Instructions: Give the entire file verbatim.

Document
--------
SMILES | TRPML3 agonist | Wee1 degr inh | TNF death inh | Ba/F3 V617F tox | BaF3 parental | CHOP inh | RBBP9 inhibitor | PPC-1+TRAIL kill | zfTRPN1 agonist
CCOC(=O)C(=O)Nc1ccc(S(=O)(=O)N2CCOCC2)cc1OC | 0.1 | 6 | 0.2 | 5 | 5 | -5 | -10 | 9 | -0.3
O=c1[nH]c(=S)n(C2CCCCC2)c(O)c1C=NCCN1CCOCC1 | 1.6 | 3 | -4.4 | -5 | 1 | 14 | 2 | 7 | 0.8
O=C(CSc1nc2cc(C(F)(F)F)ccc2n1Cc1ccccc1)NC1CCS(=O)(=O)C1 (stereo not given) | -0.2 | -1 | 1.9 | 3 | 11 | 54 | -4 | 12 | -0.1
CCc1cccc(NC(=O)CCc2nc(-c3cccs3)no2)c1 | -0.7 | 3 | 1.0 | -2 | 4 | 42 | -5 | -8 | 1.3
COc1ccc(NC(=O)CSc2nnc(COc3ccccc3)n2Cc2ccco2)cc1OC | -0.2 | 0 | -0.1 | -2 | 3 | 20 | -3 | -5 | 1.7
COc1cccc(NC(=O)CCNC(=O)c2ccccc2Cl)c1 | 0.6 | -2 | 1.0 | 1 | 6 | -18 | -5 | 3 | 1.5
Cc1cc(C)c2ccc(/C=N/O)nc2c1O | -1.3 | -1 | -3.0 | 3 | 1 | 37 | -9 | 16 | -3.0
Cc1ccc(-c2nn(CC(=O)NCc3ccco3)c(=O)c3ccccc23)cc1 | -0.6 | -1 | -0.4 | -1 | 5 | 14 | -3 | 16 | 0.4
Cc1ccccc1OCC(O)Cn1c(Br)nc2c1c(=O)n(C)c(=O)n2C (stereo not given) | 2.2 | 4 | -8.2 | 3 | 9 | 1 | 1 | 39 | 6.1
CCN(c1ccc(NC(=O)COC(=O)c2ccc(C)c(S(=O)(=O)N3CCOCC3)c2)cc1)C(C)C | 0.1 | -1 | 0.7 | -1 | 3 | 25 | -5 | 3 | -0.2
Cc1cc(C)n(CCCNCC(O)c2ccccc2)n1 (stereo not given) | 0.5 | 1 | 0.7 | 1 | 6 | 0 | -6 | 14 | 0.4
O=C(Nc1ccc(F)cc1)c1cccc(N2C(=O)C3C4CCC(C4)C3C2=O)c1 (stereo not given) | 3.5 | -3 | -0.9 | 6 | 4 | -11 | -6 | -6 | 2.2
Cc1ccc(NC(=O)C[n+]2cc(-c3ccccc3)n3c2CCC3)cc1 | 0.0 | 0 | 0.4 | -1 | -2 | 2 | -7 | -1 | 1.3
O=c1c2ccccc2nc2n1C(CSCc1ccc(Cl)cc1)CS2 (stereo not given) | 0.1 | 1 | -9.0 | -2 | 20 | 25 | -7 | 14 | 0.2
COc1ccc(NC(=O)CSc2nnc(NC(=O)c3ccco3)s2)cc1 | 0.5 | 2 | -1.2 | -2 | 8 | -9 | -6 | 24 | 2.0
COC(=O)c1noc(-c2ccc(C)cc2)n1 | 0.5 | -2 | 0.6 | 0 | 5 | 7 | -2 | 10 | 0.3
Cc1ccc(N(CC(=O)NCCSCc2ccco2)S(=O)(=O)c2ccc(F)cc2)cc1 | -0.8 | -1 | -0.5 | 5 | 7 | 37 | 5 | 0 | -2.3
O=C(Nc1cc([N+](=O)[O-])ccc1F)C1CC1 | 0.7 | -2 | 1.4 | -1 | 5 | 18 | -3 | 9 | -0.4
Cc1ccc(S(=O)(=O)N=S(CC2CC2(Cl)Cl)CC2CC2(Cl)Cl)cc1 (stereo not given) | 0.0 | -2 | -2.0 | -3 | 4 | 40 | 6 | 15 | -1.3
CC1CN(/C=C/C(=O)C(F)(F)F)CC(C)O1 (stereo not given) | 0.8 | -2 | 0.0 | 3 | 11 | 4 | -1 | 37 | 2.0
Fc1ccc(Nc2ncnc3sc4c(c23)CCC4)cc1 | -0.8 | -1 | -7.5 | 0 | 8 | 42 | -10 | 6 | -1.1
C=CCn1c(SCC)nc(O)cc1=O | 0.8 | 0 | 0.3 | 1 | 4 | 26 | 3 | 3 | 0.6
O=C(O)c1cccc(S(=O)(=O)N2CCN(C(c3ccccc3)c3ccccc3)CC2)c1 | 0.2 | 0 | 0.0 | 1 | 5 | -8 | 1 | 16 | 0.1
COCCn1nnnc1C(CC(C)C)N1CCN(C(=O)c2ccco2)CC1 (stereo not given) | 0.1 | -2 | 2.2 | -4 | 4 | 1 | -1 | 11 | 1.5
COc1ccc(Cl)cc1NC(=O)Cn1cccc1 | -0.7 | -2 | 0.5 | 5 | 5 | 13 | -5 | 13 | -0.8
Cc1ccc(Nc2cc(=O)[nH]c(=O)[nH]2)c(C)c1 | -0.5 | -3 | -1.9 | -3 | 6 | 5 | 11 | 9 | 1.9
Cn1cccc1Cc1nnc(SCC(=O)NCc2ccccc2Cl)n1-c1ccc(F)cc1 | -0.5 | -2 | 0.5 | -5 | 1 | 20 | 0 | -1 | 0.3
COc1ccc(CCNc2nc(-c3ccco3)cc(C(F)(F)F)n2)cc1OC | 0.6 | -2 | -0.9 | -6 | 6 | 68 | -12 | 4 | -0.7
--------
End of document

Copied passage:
SMILES | TRPML3 agonist | Wee1 degr inh | TNF death inh | Ba/F3 V617F tox | BaF3 parental | CHOP inh | RBBP9 inhibitor | PPC-1+TRAIL kill | zfTRPN1 agonist
CCOC(=O)C(=O)Nc1ccc(S(=O)(=O)N2CCOCC2)cc1OC | 0.1 | 6 | 0.2 | 5 | 5 | -5 | -10 | 9 | -0.3
O=c1[nH]c(=S)n(C2CCCCC2)c(O)c1C=NCCN1CCOCC1 | 1.6 | 3 | -4.4 | -5 | 1 | 14 | 2 | 7 | 0.8
O=C(CSc1nc2cc(C(F)(F)F)ccc2n1Cc1ccccc1)NC1CCS(=O)(=O)C1 (stereo not given) | -0.2 | -1 | 1.9 | 3 | 11 | 54 | -4 | 12 | -0.1
CCc1cccc(NC(=O)CCc2nc(-c3cccs3)no2)c1 | -0.7 | 3 | 1.0 | -2 | 4 | 42 | -5 | -8 | 1.3
COc1ccc(NC(=O)CSc2nnc(COc3ccccc3)n2Cc2ccco2)cc1OC | -0.2 | 0 | -0.1 | -2 | 3 | 20 | -3 | -5 | 1.7
COc1cccc(NC(=O)CCNC(=O)c2ccccc2Cl)c1 | 0.6 | -2 | 1.0 | 1 | 6 | -18 | -5 | 3 | 1.5
Cc1cc(C)c2ccc(/C=N/O)nc2c1O | -1.3 | -1 | -3.0 | 3 | 1 | 37 | -9 | 16 | -3.0
Cc1ccc(-c2nn(CC(=O)NCc3ccco3)c(=O)c3ccccc23)cc1 | -0.6 | -1 | -0.4 | -1 | 5 | 14 | -3 | 16 | 0.4
Cc1ccccc1OCC(O)Cn1c(Br)nc2c1c(=O)n(C)c(=O)n2C (stereo not given) | 2.2 | 4 | -8.2 | 3 | 9 | 1 | 1 | 39 | 6.1
CCN(c1ccc(NC(=O)COC(=O)c2ccc(C)c(S(=O)(=O)N3CCOCC3)c2)cc1)C(C)C | 0.1 | -1 | 0.7 | -1 | 3 | 25 | -5 | 3 | -0.2
Cc1cc(C)n(CCCNCC(O)c2ccccc2)n1 (stereo not given) | 0.5 | 1 | 0.7 | 1 | 6 | 0 | -6 | 14 | 0.4
O=C(Nc1ccc(F)cc1)c1cccc(N2C(=O)C3C4CCC(C4)C3C2=O)c1 (stereo not given) | 3.5 | -3 | -0.9 | 6 | 4 | -11 | -6 | -6 | 2.2
Cc1ccc(NC(=O)C[n+]2cc(-c3ccccc3)n3c2CCC3)cc1 | 0.0 | 0 | 0.4 | -1 | -2 | 2 | -7 | -1 | 1.3
O=c1c2ccccc2nc2n1C(CSCc1ccc(Cl)cc1)CS2 (stereo not given) | 0.1 | 1 | -9.0 | -2 | 20 | 25 | -7 | 14 | 0.2
COc1ccc(NC(=O)CSc2nnc(NC(=O)c3ccco3)s2)cc1 | 0.5 | 2 | -1.2 | -2 | 8 | -9 | -6 | 24 | 2.0
COC(=O)c1noc(-c2ccc(C)cc2)n1 | 0.5 | -2 | 0.6 | 0 | 5 | 7 | -2 | 10 | 0.3
Cc1ccc(N(CC(=O)NCCSCc2ccco2)S(=O)(=O)c2ccc(F)cc2)cc1 | -0.8 | -1 | -0.5 | 5 | 7 | 37 | 5 | 0 | -2.3
O=C(Nc1cc([N+](=O)[O-])ccc1F)C1CC1 | 0.7 | -2 | 1.4 | -1 | 5 | 18 | -3 | 9 | -0.4
Cc1ccc(S(=O)(=O)N=S(CC2CC2(Cl)Cl)CC2CC2(Cl)Cl)cc1 (stereo not given) | 0.0 | -2 | -2.0 | -3 | 4 | 40 | 6 | 15 | -1.3
CC1CN(/C=C/C(=O)C(F)(F)F)CC(C)O1 (stereo not given) | 0.8 | -2 | 0.0 | 3 | 11 | 4 | -1 | 37 | 2.0
Fc1ccc(Nc2ncnc3sc4c(c23)CCC4)cc1 | -0.8 | -1 | -7.5 | 0 | 8 | 42 | -10 | 6 | -1.1
C=CCn1c(SCC)nc(O)cc1=O | 0.8 | 0 | 0.3 | 1 | 4 | 26 | 3 | 3 | 0.6
O=C(O)c1cccc(S(=O)(=O)N2CCN(C(c3ccccc3)c3ccccc3)CC2)c1 | 0.2 | 0 | 0.0 | 1 | 5 | -8 | 1 | 16 | 0.1
COCCn1nnnc1C(CC(C)C)N1CCN(C(=O)c2ccco2)CC1 (stereo not given) | 0.1 | -2 | 2.2 | -4 | 4 | 1 | -1 | 11 | 1.5
COc1ccc(Cl)cc1NC(=O)Cn1cccc1 | -0.7 | -2 | 0.5 | 5 | 5 | 13 | -5 | 13 | -0.8
Cc1ccc(Nc2cc(=O)[nH]c(=O)[nH]2)c(C)c1 | -0.5 | -3 | -1.9 | -3 | 6 | 5 | 11 | 9 | 1.9
Cn1cccc1Cc1nnc(SCC(=O)NCc2ccccc2Cl)n1-c1ccc(F)cc1 | -0.5 | -2 | 0.5 | -5 | 1 | 20 | 0 | -1 | 0.3
COc1ccc(CCNc2nc(-c3ccco3)cc(C(F)(F)F)n2)cc1OC | 0.6 | -2 | -0.9 | -6 | 6 | 68 | -12 | 4 | -0.7